JM: Other chefs who cook Indian fusion argue that it is most difficult to combine Indian flavors with Western cooking. Do you agree with this?

RJ: I disagree. Actually, it is easy. Indian food benefits from lots and lots of spices. My philosophy is to use just one spice and a couple of herbs, because I still want to maintain that delicate backbone, on the same octave with French cuisine. The dish should benefit from a few Indian accents here and there, without being Indian food. For example, I created a bisque with ajowan because it's one of my favorite Indian spices and tends to have a bite to it. Indian spices tend to be very potent, so you have to think about how you want to use them.

JM: What was the first French dish you tasted and realized that it could be bettered by Indian seasoning?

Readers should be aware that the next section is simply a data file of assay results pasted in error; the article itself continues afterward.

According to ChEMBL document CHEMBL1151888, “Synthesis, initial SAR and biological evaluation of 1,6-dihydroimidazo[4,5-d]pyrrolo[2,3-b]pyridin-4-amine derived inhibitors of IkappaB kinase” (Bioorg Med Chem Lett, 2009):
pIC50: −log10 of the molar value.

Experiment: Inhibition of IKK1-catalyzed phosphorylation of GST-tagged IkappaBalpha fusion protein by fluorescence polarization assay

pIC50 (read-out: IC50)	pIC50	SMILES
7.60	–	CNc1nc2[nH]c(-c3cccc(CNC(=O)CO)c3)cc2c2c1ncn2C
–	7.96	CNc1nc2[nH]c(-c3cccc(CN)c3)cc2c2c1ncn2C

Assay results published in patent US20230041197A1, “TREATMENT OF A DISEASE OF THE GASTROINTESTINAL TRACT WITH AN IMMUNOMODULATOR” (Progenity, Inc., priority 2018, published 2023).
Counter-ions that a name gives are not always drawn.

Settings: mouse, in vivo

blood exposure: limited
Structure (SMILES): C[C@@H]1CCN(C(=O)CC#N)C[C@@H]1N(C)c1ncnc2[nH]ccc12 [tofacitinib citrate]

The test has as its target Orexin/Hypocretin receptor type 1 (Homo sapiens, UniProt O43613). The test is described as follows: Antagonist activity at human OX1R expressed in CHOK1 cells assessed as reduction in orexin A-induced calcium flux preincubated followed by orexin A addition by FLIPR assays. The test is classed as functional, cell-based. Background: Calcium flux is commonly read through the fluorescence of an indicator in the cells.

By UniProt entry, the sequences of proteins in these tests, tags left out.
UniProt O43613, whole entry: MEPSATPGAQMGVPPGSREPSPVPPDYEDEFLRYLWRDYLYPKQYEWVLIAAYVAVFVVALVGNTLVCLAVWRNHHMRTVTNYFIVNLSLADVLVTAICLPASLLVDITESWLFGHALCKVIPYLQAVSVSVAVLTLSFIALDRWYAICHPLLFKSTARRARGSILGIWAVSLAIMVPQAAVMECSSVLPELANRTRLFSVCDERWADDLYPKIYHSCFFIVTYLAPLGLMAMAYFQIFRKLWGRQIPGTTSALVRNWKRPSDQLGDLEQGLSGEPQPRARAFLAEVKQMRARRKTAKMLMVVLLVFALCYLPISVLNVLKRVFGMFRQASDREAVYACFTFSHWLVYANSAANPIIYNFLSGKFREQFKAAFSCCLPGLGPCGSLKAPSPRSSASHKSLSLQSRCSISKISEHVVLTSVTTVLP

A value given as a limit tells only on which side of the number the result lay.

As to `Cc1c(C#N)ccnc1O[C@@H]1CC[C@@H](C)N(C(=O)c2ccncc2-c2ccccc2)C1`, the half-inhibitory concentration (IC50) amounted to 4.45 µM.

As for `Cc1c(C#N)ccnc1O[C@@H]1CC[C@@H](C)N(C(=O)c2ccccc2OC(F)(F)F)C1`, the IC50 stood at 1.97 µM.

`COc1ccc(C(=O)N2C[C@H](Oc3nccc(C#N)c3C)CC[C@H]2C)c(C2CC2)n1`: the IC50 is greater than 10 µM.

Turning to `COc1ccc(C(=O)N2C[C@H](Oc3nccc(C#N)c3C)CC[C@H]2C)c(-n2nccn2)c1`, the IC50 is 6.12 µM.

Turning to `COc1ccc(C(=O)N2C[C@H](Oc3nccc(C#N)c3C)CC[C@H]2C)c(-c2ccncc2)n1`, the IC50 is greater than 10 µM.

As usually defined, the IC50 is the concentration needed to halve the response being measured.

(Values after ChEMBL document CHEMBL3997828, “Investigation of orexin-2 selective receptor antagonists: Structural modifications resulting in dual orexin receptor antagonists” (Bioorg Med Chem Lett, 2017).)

RJ: A beurre blanc sauce that I tasted in Paris. I thought it could benefit from some cumin or ajowan...I also tasted very fresh mussels in Bordeaux that were overpowered by a fumet sauce, so I mentally redesigned the dish. When a fumet (fish stock) sauce is refrigerated, it tends to become very potent. I thought the dish needed some type of a tomato topping as well, so when I got back home I tried a tomato confit with a little bit of cumin. In fact, I sent the recipe to The Atlanta Journal and last year it was chosen in a book as one of the best recipes of 1999! Every time I make a dish I think about how I can improve and fine tune it. I am happy that my cooking is recognized and awarded, but I can't rest on my laurels. You have to prove yourself every single day with every single dish.

JM: Besides ajowan, what are other staples in your spice cabinet?